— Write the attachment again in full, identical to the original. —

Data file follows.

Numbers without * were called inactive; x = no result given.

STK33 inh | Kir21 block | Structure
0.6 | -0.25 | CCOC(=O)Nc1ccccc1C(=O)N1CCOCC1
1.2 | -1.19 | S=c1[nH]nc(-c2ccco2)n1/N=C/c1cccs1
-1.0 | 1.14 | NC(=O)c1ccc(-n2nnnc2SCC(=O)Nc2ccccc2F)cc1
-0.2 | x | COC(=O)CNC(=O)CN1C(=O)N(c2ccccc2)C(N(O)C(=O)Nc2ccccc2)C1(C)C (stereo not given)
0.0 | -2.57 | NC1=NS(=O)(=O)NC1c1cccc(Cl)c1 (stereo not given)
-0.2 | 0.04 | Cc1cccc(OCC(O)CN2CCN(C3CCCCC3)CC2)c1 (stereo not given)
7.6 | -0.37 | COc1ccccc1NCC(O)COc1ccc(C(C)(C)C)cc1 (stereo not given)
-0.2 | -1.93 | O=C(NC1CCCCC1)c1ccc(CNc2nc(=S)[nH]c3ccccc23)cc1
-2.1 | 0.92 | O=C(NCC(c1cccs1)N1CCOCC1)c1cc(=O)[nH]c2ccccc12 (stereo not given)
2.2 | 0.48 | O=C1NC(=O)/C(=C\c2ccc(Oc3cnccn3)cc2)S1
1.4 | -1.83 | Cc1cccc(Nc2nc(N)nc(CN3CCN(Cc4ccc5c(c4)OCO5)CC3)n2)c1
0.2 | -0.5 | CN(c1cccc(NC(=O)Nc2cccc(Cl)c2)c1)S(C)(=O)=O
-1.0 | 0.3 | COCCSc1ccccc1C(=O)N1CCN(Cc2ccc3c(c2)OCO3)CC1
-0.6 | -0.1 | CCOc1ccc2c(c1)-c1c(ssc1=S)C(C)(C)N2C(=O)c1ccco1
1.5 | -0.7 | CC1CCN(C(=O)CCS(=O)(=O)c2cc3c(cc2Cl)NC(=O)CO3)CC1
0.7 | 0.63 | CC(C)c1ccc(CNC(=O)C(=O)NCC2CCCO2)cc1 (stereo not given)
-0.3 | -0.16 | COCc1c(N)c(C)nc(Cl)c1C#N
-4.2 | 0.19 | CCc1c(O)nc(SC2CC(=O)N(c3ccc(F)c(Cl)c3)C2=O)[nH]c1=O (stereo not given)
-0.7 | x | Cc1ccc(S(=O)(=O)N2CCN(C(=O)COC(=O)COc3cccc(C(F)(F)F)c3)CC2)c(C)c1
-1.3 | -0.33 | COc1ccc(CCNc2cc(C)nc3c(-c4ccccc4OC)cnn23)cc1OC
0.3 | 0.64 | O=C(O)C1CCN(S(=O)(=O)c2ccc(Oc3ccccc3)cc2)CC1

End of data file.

Numbers without * were called inactive; x = no result given.

STK33 inh | Kir21 block | Structure
0.6 | -0.25 | CCOC(=O)Nc1ccccc1C(=O)N1CCOCC1
1.2 | -1.19 | S=c1[nH]nc(-c2ccco2)n1/N=C/c1cccs1
-1.0 | 1.14 | NC(=O)c1ccc(-n2nnnc2SCC(=O)Nc2ccccc2F)cc1
-0.2 | x | COC(=O)CNC(=O)CN1C(=O)N(c2ccccc2)C(N(O)C(=O)Nc2ccccc2)C1(C)C (stereo not given)
0.0 | -2.57 | NC1=NS(=O)(=O)NC1c1cccc(Cl)c1 (stereo not given)
-0.2 | 0.04 | Cc1cccc(OCC(O)CN2CCN(C3CCCCC3)CC2)c1 (stereo not given)
7.6 | -0.37 | COc1ccccc1NCC(O)COc1ccc(C(C)(C)C)cc1 (stereo not given)
-0.2 | -1.93 | O=C(NC1CCCCC1)c1ccc(CNc2nc(=S)[nH]c3ccccc23)cc1
-2.1 | 0.92 | O=C(NCC(c1cccs1)N1CCOCC1)c1cc(=O)[nH]c2ccccc12 (stereo not given)
2.2 | 0.48 | O=C1NC(=O)/C(=C\c2ccc(Oc3cnccn3)cc2)S1
1.4 | -1.83 | Cc1cccc(Nc2nc(N)nc(CN3CCN(Cc4ccc5c(c4)OCO5)CC3)n2)c1
0.2 | -0.5 | CN(c1cccc(NC(=O)Nc2cccc(Cl)c2)c1)S(C)(=O)=O
-1.0 | 0.3 | COCCSc1ccccc1C(=O)N1CCN(Cc2ccc3c(c2)OCO3)CC1
-0.6 | -0.1 | CCOc1ccc2c(c1)-c1c(ssc1=S)C(C)(C)N2C(=O)c1ccco1
1.5 | -0.7 | CC1CCN(C(=O)CCS(=O)(=O)c2cc3c(cc2Cl)NC(=O)CO3)CC1
0.7 | 0.63 | CC(C)c1ccc(CNC(=O)C(=O)NCC2CCCO2)cc1 (stereo not given)
-0.3 | -0.16 | COCc1c(N)c(C)nc(Cl)c1C#N
-4.2 | 0.19 | CCc1c(O)nc(SC2CC(=O)N(c3ccc(F)c(Cl)c3)C2=O)[nH]c1=O (stereo not given)
-0.7 | x | Cc1ccc(S(=O)(=O)N2CCN(C(=O)COC(=O)COc3cccc(C(F)(F)F)c3)CC2)c(C)c1
-1.3 | -0.33 | COc1ccc(CCNc2cc(C)nc3c(-c4ccccc4OC)cnn23)cc1OC
0.3 | 0.64 | O=C(O)C1CCN(S(=O)(=O)c2ccc(Oc3ccccc3)cc2)CC1